“Overnight, China announced a number of economic indicators. The fixed asset investment reading was 5.9%, and economists were expecting 5.8%. The industrial output came in at 5.4%, while dealers were expecting 5.9%. Economists were predicting an increase of 8.8% for retail sales, and it came in at 8.1%. Investors were spooked by the largely disappointing numbers, and there was a sell-off in Asian markets overnight,” reported David Madden at CMC Markets.
In Tokyo, the Nikkei 225 was down 441 points (2.0%) at 21,375 while in Hong Kong the Hang Seng got off a bit more lightly, down 454 (1.7%) at 26,071, heading towards the close.
Yesterday, US markets had a mixed day with the Dow Jones up 70 at 24,597, the NASDAQ Composite 28 points lower at 7.070 and the S&P 500 off half a point at 2,650.5.
On the UK corporate front, we’re not quite into the drifting tumbleweed part of the festive season but we are getting pretty close, with just one company that could be classified as a household name reporting today: Balfour Beatty.
The company, which reports third-quarter numbers, has won two big contracts worth £2.5bn over the past month as its turnaround plan continues.
The market will be hoping that’s a sign of things to come.
Investors in recruitment firm SThree PLC (LON:STHR) will be expecting international job markets to have once again offset weak UK demand in the firm’s fourth quarter.
In September, the group said third-quarter gross profit rose to £82.7mln from £73.7mln the same period a year ago.
Continental Europe was the key driver of growth with gross profit up 24% to £47mln while the US delivered an 8% increase in gross profit to £18.2mln and the Asia Pacific and the Middle East achieved a 16% gain to £4.5mln.
The UK and Ireland division, on the other hand, saw gross profit fall 10% to £13mln as employers continued to exercise caution amid Brexit uncertainty.
With the fourth quarter being the “most significant trading quarter” according to chief executive Gary Elden, any potential slowdown or less positive figures will be eyed closely.
Significant news expected on Friday:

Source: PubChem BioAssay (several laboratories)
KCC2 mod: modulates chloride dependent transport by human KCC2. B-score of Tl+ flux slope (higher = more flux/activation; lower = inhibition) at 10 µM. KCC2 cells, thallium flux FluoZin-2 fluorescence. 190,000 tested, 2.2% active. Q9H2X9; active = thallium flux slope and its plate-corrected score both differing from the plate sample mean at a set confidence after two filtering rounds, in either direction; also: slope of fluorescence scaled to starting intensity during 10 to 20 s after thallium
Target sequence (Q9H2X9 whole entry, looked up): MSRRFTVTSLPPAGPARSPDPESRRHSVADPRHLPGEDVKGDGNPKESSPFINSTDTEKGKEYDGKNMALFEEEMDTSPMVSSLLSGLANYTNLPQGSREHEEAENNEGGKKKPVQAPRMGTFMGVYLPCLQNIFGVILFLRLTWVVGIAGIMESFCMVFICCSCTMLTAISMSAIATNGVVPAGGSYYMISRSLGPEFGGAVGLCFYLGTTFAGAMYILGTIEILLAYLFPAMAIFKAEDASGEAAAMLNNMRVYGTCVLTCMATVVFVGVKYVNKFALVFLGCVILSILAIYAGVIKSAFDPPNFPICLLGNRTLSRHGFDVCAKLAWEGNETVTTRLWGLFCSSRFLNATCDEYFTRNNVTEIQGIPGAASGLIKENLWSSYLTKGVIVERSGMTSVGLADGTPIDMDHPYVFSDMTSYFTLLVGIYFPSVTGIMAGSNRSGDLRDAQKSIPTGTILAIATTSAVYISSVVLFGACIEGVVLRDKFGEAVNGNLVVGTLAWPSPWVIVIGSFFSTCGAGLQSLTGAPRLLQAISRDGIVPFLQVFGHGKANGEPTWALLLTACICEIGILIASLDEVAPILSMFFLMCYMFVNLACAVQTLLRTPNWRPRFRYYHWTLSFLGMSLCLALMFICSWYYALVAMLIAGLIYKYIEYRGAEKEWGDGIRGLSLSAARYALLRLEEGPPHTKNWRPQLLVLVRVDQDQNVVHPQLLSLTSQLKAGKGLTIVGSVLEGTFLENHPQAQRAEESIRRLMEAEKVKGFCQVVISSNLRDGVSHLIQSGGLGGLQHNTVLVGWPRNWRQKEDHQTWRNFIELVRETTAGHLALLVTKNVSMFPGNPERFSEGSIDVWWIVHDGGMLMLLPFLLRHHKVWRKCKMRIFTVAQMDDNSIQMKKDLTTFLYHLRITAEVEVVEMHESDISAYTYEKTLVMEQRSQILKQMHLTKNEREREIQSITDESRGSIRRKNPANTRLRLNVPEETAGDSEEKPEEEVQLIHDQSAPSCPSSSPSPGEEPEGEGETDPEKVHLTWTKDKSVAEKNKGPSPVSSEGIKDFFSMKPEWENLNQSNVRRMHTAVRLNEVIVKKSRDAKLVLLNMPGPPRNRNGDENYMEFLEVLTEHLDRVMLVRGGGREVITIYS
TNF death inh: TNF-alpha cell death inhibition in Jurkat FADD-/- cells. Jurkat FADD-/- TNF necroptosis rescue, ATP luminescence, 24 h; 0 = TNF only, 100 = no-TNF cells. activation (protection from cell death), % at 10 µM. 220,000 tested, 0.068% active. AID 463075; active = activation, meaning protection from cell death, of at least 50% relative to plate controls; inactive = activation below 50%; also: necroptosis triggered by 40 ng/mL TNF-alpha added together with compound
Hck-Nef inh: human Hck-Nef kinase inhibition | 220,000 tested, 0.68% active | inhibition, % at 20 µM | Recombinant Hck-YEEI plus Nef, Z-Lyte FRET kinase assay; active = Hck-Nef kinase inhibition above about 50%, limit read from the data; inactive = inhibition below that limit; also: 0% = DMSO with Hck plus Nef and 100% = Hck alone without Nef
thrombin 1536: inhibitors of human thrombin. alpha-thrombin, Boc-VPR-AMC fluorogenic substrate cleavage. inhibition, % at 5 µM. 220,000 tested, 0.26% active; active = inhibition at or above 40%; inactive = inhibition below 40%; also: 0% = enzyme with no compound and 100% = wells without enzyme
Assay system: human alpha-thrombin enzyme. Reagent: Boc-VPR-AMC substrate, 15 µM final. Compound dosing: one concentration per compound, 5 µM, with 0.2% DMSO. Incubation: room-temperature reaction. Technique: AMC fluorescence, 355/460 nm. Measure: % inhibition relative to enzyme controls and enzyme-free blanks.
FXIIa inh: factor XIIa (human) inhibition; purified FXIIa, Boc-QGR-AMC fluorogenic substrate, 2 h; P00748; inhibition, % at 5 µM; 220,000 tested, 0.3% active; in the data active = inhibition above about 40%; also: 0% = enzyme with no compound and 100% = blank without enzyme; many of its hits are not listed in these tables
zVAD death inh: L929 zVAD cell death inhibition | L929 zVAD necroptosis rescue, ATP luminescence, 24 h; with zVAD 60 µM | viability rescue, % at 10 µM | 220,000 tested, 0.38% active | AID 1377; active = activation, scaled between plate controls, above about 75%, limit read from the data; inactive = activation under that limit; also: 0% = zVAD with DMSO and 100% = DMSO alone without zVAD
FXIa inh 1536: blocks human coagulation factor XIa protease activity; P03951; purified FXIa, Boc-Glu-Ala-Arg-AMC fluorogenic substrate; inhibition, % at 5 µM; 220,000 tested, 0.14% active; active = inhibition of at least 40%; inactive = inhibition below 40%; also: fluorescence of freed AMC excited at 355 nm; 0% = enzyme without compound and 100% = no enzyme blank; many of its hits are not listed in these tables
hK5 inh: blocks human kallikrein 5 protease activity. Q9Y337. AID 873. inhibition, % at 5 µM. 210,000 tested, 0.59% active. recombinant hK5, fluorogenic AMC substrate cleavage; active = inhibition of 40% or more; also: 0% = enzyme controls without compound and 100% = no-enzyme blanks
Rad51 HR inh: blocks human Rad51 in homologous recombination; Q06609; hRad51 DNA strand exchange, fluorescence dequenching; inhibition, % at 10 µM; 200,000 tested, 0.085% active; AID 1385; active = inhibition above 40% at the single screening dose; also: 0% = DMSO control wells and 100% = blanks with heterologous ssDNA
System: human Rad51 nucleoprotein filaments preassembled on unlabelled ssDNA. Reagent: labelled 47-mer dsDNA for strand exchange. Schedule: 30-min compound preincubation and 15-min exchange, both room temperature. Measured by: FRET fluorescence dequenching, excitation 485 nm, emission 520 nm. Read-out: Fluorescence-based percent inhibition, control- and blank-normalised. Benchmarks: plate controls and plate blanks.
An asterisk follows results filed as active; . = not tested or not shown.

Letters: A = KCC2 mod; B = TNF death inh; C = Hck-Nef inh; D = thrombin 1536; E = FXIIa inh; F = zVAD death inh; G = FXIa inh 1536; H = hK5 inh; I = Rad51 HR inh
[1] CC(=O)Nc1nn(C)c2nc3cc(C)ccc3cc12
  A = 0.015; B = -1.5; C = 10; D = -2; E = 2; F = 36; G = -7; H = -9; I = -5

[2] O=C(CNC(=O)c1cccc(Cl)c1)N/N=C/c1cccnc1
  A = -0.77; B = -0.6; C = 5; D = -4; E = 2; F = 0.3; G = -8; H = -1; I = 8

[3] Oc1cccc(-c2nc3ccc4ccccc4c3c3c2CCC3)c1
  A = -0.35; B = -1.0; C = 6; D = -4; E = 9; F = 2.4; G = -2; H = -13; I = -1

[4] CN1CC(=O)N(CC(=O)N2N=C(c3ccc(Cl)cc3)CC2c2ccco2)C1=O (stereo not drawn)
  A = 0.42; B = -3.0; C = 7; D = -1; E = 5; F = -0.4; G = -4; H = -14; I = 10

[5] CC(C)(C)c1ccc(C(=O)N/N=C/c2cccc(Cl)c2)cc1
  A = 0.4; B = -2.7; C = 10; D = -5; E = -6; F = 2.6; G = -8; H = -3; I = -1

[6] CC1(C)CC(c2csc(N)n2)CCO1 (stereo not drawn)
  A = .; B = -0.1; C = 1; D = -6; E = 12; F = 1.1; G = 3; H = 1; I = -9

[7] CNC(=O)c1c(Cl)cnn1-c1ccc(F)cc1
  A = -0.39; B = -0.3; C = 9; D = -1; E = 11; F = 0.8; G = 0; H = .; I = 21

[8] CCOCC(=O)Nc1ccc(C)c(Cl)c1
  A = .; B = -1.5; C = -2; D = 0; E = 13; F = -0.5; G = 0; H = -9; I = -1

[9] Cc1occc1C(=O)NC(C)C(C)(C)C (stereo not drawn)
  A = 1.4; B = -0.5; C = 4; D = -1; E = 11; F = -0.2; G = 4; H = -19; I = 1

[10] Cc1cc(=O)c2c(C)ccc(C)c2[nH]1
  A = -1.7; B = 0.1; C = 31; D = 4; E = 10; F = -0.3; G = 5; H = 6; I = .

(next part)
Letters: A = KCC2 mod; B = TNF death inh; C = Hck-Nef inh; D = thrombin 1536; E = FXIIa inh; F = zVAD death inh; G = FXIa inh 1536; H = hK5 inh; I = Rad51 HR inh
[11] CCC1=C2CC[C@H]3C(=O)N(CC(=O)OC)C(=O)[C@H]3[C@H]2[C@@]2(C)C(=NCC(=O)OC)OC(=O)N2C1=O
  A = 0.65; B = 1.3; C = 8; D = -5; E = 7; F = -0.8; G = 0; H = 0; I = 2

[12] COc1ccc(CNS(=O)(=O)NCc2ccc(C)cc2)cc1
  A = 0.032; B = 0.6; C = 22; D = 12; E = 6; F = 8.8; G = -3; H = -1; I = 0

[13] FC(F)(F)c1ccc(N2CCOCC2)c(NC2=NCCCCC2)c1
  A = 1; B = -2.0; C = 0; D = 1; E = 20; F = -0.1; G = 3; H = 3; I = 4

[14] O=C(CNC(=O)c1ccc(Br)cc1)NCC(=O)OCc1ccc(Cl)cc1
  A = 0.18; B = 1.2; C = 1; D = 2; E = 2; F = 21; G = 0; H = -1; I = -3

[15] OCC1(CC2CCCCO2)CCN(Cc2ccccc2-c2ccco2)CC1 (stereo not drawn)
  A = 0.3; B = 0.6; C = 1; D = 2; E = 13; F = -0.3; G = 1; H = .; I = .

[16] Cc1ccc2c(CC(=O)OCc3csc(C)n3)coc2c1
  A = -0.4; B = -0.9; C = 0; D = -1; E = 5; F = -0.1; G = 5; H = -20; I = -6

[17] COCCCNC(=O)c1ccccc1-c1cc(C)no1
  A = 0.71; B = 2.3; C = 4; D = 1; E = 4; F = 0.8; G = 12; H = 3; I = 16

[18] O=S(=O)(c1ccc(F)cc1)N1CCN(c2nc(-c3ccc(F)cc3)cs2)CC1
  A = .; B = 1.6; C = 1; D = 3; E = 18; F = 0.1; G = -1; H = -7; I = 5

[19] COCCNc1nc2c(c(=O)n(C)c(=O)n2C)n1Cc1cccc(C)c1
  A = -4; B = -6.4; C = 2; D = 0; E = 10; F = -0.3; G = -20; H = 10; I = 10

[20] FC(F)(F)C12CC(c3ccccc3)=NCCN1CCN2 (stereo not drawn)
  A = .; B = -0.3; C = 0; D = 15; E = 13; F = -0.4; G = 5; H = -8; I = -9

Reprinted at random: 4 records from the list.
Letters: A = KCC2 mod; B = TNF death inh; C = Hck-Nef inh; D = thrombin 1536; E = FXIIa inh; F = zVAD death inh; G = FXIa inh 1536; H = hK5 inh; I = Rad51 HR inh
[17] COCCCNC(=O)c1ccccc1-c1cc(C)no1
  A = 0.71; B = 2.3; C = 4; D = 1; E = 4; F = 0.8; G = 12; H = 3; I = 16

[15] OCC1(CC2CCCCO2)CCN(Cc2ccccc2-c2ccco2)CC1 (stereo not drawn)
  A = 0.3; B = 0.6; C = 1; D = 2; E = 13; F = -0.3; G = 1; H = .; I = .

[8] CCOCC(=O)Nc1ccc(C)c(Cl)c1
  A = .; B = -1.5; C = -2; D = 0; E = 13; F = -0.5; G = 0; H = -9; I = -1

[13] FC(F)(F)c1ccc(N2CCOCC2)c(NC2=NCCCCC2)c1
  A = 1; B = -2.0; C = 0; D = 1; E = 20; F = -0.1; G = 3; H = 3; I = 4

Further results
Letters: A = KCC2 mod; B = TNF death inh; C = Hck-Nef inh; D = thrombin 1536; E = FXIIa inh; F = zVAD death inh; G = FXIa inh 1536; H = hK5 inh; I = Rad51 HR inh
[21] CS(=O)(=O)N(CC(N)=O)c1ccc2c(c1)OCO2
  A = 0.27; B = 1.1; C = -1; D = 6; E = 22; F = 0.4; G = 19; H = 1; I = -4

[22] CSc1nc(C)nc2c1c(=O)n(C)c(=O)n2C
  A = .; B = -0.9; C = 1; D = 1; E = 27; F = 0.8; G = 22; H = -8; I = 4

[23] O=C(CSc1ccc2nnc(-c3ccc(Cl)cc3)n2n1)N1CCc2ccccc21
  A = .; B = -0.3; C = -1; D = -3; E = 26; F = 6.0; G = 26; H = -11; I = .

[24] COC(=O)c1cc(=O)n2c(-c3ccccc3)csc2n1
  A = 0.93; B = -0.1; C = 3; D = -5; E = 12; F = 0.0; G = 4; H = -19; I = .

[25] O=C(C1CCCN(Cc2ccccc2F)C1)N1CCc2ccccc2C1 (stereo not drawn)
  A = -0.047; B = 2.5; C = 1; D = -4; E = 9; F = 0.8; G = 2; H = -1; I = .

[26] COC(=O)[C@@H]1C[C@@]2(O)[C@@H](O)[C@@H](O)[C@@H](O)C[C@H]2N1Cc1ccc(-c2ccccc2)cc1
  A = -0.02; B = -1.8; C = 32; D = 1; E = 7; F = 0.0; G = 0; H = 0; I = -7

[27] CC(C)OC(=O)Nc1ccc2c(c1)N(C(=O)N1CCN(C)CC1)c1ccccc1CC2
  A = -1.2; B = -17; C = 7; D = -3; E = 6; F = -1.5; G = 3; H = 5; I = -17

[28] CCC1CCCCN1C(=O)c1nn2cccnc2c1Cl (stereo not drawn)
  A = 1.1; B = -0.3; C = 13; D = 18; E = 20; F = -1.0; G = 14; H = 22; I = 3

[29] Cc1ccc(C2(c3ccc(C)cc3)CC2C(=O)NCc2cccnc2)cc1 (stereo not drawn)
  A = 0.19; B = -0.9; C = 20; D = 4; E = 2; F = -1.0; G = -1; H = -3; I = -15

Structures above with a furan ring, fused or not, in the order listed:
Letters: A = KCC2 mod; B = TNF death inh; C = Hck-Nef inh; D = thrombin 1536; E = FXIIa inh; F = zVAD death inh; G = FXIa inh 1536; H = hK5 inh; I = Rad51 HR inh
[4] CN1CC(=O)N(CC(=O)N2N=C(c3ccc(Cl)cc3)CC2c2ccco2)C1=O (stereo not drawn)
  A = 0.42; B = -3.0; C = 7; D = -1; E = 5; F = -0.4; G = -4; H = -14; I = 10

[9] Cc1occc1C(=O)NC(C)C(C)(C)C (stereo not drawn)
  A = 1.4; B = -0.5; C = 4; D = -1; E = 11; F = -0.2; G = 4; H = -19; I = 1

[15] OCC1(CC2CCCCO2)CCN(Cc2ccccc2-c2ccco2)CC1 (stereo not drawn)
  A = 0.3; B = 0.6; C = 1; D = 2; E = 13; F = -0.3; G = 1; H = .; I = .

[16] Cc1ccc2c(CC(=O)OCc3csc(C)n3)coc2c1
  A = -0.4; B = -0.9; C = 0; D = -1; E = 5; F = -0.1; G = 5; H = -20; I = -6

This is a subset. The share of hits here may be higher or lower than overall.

Trading updates: Balfour Beatty PLC (Q3) (LON:BBY), SThree PLC (LON:STHR), Reach PLC (LON:RCH)
Interims: ReNeuron Group PLC (LON:RENE)
Finals: Jersey Electricity PLC (LON:JEL)
Economic data: US retail sales; US industrial production
Around the markets:
- Sterling: US$1.2617, down 0.38 cents
- 10-year gilt: yielding 1.141%
- Gold: US$1,244.30 an ounce, down US$3
- Brent crude: US$60.95 a barrel, down 50 cents
- Bitcoin: US$3,414.41, down US$61.55
- Sports Direct boss Mike Ashley issues dire warning to retailers hoping for salvation over Christmas.
- Chip-maker Qualcomm is asking China’s courts to ban sales of the Apple iPhone XS and XR, having won a preliminary injunction against the US tech giant’s older models
- Theresa May was humiliated by European leaders late last night after they turned down pleas for any further concessions to get her Brexit deal through parliament.
- Investors yesterday sold more shares of Canadian companies exposed to China as diplomatic tension increased over the arrest of the finance director of Huawei.
- The French cars maker Renault has retained Carlos Ghosn as its chairman and chief executive after finding no irregularities in his pay packages, despite his arrest and continued detention in Japan.
- Italian bonds rallied after the Italian government bowed to the pressure from EU to cut deficit target of 2019.
- Pernod Ricard boss Alexandre Ricard said that the drinks titan will stick by its plans to invest in its international operations as the family-backed company came under attack from notorious vulture fund, Elliott Management.
The Daily Telegraph
- A National Audit Office report has slammed Capita’s handling of the troubled Army recruitment contract that had resulted in a massive shortfall in new recruits.